In their desperation to get back to work, some Americans are taking to the streets to demand that the government end the quarantine. Comedian Patton Oswalt is unsympathetic.
"Anne Frank spent 2 years hiding in an attic and we've been home for just over a month with Netflix, food delivery & video games and there are people risking viral death by storming state capital buildings & screaming, 'Open Fuddruckers!'" he tweeted on Saturday.
This is hardly Oswalt's first display of smug liberal condescension: His tweet denouncing Covington Catholic High School student Nick Sandmann as a "leering, privileged little shit" was one of the most vile celebrity attacks on the wrongly maligned teenager.
It may be trivially simple for the Emmy Award-winning comic—and voice of Remy in Pixar's Ratatouille—to stay at home, watch Netflix, order carry-out, and play video games for a few weeks. (Writer and podcaster Bridget Phetasy compared Oswalt to Marie Antoinette's apocryphal indifference toward the hungry masses, tweeting: "Let them eat kale!") But many auto mechanics, coffee baristas, and small business owners can't afford this so easily. They are watching their financial situations become more and more precarious with each day that extreme social distancing continues. Oswalt suggested that the uncultured rubes are crazy to want Fuddruckers to reopen; people whose livelihoods depend upon places like Fuddruckers might see things differently.
That's why it's important for those criticizing misguided protesting efforts—including media figures who increasingly appear to be taking the view that you would have to be a deranged right-winger to want social distancing to end—not to resort to sneering at the less fortunate. (For example: A guest on MSNBC recently called the protesters, "the Fox News Nazi confederate death cult rump of the Republican Party.") These are terrifying times, and the prospect of hundreds of thousands of deaths means there is very good reason for policymakers to proceed cautiously with reopening. But both federal and state governments must consider the long-term practicality of their coronavirus prevention plans, including whether people will be willing to obey stay-at-home orders for much longer.
While these efforts to slow the spread of COVID-19 remain broadly popular, some Americans are understandably growing frustrated. Protests have cropped up in several states—most notably Michigan, where opposition to the draconian quarantine dictates of Gov. Gretchen Whitmer (D–Mich.) culminated in a drive-through protest of the state capitol last week. Many of the protesters did indeed maintain social distancing, stayed in their cars, or wore masks, though some of the attendees—zanier right-wing types—did not.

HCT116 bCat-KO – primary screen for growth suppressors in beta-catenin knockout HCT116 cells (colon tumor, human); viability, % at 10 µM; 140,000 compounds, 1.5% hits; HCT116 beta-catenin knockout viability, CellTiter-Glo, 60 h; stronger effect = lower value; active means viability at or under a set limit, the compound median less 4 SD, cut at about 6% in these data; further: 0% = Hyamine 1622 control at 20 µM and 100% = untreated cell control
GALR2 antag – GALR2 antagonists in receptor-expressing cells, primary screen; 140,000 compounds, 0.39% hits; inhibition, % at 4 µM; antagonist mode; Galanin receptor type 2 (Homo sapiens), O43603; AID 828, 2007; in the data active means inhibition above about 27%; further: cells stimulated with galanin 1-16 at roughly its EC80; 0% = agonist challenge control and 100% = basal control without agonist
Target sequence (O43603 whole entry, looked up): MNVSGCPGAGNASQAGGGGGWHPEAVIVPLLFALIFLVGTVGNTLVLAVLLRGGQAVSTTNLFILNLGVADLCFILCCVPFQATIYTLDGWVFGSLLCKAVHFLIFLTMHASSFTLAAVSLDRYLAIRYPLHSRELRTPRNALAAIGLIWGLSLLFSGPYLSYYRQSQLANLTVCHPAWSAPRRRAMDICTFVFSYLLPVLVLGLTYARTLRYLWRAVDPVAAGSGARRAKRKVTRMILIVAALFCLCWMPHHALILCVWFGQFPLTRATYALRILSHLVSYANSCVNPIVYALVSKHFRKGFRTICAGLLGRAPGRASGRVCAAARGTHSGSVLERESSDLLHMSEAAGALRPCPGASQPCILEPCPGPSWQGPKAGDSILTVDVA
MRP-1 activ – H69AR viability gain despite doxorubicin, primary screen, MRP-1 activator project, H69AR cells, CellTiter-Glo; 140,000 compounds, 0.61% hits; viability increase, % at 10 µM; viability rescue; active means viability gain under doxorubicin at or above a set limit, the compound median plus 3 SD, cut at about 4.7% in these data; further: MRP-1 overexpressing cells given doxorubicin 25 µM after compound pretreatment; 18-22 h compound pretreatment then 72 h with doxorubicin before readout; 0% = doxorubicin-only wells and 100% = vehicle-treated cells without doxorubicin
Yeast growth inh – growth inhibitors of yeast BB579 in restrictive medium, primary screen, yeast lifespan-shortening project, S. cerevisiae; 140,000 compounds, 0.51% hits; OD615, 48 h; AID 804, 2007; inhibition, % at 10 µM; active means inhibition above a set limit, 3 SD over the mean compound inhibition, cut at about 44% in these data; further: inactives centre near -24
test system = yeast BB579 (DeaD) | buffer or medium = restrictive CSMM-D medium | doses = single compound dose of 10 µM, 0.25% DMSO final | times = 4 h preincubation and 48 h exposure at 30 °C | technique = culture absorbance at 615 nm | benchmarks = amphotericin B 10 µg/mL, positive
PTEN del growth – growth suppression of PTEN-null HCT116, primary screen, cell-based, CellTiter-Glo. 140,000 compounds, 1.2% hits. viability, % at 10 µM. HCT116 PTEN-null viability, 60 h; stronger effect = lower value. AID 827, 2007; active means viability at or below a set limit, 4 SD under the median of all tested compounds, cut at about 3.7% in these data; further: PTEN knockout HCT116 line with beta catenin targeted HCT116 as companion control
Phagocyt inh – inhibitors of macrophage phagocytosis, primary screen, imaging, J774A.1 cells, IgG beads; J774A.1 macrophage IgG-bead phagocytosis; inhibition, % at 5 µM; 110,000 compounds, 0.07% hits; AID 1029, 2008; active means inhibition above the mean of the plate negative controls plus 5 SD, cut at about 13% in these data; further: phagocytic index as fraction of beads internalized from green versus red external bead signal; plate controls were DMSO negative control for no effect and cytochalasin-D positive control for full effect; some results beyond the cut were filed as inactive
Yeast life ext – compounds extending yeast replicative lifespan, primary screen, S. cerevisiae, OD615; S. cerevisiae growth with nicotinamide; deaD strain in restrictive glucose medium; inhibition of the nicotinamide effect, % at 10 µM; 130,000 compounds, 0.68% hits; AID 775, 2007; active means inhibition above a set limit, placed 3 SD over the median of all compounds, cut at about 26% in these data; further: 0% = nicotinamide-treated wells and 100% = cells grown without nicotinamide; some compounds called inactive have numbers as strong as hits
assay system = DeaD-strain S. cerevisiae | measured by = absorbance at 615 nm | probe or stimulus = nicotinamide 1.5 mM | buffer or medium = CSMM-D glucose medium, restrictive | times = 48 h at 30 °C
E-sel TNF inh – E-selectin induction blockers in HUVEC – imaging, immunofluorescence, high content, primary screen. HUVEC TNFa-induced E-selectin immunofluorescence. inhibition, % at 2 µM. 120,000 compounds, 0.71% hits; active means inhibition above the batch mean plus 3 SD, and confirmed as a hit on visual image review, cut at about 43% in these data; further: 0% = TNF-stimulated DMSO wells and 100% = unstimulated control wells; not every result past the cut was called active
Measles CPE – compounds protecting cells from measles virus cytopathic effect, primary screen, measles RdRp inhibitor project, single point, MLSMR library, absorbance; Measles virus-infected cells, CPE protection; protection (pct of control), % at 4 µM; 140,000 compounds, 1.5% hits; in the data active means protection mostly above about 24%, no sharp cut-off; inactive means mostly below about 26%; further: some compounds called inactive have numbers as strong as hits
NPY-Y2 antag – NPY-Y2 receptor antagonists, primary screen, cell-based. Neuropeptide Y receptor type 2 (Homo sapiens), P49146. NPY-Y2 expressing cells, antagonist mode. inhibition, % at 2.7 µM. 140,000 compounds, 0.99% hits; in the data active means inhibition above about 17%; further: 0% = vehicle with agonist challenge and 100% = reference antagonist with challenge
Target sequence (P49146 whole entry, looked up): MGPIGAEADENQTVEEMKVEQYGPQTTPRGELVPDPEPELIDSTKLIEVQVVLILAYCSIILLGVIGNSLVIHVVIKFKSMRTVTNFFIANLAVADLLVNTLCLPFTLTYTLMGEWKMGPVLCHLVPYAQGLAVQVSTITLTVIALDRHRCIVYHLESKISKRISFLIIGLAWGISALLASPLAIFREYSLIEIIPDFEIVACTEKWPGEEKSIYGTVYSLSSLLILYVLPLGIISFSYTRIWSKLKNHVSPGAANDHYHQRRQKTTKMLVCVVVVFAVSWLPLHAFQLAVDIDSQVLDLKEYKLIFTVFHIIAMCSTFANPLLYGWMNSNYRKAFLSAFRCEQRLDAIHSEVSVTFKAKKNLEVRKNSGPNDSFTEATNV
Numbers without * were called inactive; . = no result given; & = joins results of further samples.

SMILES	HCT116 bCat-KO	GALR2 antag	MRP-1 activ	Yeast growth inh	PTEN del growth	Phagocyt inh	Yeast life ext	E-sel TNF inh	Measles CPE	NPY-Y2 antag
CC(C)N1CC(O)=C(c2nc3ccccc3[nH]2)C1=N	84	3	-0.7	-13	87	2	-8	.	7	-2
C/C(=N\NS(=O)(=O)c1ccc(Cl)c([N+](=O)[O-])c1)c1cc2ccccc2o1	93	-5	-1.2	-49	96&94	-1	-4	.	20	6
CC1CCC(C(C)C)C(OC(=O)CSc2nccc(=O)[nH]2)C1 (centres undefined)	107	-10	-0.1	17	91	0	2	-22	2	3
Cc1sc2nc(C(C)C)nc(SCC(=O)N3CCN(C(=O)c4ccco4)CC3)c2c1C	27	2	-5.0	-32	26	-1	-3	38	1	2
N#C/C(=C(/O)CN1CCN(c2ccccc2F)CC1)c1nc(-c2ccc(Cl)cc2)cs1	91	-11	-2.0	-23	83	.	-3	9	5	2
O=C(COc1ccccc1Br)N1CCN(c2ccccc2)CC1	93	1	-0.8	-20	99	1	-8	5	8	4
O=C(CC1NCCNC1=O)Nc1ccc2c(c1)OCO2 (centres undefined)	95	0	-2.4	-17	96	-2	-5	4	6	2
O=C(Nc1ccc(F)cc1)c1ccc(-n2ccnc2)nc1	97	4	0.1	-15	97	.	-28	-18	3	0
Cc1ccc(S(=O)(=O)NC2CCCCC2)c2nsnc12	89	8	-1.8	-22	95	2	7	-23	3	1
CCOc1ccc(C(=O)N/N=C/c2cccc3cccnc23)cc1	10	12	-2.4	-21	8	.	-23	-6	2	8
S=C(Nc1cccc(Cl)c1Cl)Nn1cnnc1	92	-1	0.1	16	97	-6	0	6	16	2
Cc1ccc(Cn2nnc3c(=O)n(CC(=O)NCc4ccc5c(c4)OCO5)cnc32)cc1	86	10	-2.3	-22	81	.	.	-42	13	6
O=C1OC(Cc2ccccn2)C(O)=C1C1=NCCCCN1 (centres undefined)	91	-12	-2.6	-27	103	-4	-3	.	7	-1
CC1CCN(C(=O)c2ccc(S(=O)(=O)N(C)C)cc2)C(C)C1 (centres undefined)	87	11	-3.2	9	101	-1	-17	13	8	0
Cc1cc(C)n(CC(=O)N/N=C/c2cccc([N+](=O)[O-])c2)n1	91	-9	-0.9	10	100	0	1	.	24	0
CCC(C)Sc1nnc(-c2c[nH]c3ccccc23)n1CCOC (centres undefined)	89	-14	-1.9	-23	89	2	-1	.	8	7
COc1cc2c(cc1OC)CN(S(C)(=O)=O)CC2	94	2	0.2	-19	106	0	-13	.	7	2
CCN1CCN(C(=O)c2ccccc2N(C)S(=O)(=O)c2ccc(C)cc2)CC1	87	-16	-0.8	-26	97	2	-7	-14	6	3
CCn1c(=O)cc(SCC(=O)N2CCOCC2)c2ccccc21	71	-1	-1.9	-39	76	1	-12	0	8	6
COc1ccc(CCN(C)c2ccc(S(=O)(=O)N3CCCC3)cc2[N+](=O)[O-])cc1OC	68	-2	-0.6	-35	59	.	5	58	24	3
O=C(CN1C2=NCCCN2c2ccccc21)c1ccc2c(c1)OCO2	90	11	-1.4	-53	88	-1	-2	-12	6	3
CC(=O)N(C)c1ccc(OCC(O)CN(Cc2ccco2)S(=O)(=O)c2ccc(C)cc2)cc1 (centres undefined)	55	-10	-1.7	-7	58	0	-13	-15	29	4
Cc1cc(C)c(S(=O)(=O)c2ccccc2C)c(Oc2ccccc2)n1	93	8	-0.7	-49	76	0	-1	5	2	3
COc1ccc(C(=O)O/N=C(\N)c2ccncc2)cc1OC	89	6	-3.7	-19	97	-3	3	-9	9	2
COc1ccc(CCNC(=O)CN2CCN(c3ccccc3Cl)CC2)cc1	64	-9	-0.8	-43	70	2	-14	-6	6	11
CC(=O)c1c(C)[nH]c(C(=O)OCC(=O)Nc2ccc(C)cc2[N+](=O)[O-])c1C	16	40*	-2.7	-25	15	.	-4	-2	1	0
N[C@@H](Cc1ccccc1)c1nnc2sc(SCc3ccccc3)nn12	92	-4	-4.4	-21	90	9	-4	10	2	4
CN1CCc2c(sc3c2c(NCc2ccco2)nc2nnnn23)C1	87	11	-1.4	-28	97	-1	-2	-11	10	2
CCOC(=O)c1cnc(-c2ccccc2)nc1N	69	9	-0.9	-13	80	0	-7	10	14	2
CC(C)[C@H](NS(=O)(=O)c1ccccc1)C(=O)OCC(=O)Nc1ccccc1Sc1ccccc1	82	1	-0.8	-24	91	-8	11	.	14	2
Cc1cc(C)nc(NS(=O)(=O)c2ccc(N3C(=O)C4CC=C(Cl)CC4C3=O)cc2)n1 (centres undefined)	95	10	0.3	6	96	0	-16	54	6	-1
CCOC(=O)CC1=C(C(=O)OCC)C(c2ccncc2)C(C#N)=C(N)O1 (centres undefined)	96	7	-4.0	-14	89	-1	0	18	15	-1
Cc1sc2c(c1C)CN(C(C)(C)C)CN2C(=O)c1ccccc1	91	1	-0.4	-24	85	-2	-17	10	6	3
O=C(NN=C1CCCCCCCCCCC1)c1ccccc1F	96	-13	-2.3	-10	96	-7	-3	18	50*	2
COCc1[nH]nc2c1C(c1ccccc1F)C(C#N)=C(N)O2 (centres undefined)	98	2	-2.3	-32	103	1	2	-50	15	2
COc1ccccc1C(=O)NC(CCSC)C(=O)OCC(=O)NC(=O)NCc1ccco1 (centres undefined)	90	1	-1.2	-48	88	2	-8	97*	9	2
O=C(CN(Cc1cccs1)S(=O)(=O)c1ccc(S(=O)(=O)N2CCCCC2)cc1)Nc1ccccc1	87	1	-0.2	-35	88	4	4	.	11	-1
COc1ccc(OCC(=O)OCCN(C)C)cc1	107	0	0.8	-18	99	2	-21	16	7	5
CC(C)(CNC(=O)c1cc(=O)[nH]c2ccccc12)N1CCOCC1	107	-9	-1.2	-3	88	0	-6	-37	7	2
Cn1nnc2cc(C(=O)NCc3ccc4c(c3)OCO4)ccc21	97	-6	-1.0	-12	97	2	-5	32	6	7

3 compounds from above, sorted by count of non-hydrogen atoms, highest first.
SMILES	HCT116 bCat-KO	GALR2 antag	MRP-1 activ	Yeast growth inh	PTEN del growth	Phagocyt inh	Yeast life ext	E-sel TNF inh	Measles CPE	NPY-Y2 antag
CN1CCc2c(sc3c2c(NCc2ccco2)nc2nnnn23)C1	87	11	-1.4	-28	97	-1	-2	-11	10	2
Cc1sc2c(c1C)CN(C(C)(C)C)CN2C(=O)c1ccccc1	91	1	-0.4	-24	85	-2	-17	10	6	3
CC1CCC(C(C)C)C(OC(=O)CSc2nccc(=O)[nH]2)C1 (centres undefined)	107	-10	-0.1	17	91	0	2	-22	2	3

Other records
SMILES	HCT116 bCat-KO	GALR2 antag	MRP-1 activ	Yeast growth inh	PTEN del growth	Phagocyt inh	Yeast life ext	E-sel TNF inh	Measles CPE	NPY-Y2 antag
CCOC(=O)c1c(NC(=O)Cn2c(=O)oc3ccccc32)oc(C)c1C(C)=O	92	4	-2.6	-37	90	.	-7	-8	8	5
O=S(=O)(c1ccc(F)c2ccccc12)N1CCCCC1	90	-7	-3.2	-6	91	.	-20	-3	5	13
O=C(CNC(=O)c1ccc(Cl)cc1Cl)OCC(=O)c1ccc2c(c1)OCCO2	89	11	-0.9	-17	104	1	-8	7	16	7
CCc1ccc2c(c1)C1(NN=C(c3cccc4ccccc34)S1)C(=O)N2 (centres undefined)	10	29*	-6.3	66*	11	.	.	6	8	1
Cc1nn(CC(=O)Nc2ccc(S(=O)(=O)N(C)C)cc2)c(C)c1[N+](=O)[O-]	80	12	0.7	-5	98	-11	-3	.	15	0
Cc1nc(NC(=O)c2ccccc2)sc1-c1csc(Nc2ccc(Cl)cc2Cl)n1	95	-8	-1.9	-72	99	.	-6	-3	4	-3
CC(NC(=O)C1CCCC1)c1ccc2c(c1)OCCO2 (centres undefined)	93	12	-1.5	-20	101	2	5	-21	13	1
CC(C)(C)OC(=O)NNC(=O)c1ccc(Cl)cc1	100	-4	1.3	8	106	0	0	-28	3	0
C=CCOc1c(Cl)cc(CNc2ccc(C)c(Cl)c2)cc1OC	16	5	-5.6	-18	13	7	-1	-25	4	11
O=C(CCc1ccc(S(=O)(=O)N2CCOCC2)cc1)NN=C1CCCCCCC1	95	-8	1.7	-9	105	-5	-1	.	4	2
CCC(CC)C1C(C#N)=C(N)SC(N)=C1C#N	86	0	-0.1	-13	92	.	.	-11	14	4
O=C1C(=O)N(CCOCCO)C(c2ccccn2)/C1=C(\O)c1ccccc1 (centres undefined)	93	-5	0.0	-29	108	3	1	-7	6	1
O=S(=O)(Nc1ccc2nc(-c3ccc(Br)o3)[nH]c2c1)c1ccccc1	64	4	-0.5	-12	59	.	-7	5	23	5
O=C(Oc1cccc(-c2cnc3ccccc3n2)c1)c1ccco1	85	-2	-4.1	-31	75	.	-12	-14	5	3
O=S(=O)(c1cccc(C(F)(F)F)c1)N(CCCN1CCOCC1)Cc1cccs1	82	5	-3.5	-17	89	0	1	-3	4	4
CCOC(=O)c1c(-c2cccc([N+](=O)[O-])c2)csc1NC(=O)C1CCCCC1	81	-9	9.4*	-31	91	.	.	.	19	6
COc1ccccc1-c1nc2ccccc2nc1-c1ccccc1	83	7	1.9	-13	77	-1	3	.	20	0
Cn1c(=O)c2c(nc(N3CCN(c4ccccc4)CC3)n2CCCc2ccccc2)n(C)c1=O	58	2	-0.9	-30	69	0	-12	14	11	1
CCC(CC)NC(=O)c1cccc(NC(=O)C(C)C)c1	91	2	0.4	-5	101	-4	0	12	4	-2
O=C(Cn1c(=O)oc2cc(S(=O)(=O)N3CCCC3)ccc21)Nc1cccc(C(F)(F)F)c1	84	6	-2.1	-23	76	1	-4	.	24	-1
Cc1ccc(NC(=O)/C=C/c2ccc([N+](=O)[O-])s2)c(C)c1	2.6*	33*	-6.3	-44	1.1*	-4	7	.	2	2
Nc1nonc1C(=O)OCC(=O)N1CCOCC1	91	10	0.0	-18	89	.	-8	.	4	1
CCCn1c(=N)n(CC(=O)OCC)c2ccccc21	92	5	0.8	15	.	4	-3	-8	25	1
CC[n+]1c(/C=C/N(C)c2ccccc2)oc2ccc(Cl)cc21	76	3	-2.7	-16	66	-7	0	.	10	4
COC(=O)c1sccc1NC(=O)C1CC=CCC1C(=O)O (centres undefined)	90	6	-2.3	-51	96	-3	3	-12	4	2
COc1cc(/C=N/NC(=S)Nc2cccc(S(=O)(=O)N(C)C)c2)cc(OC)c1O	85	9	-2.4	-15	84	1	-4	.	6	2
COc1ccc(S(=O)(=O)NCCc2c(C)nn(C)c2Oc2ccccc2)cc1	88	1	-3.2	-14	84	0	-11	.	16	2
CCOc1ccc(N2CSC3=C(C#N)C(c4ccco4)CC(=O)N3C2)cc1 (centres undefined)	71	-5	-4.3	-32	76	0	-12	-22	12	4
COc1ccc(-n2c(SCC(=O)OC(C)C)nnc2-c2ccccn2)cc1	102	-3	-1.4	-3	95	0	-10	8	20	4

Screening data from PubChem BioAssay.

Political protests, be they left-leaning or right-leaning, always invite an eclectic crowd: from concerned citizens motivated by legitimate frustrations to professional activists desperate to attach a pro- or anti-Trump spin to seemingly any cause. Their tactics, goals, and organizational structure often attract well-deserved criticism: Some of the lockdown protests, for instance, seem to be generically pro-Trump in character, disconnected from the reality that thus far President Donald Trump has supported the shutdowns at every critical juncture. Indeed, it's quite odd to hear protesters chanting "Fire Fauci" while waving MAGA signs: Trump has praised Dr. Anthony Fauci incessantly and never fails to heed his advice, the media's attempt to create a narrative of mounting tension between the two notwithstanding.
But there are legitimate grievances for protesters to air. Whitmer's stay-at-home orders were, as Reason's Billy Binion put it, a "hot mess," prohibiting travel between residences (even to relatively uninhabited areas), buying gardening supplies, and motorboats (but not boats without motors). Authorities in New York City have called on people to report each other for failing to abide by the most stringent social distancing measures. People have been stopped, shamed, and arrested for merely going outdoors. Voluntary compliance with social distancing has been remarkable, but forcibly constraining every last person has diminishing returns, and is not a good use of government resources.
That does not mean the quarantine protesters are, as conservative pundit Stephen Moore put it, "modern-day Rosa Parks." But some of them are justifiably upset, and their frustration should be neither mocked nor ignored.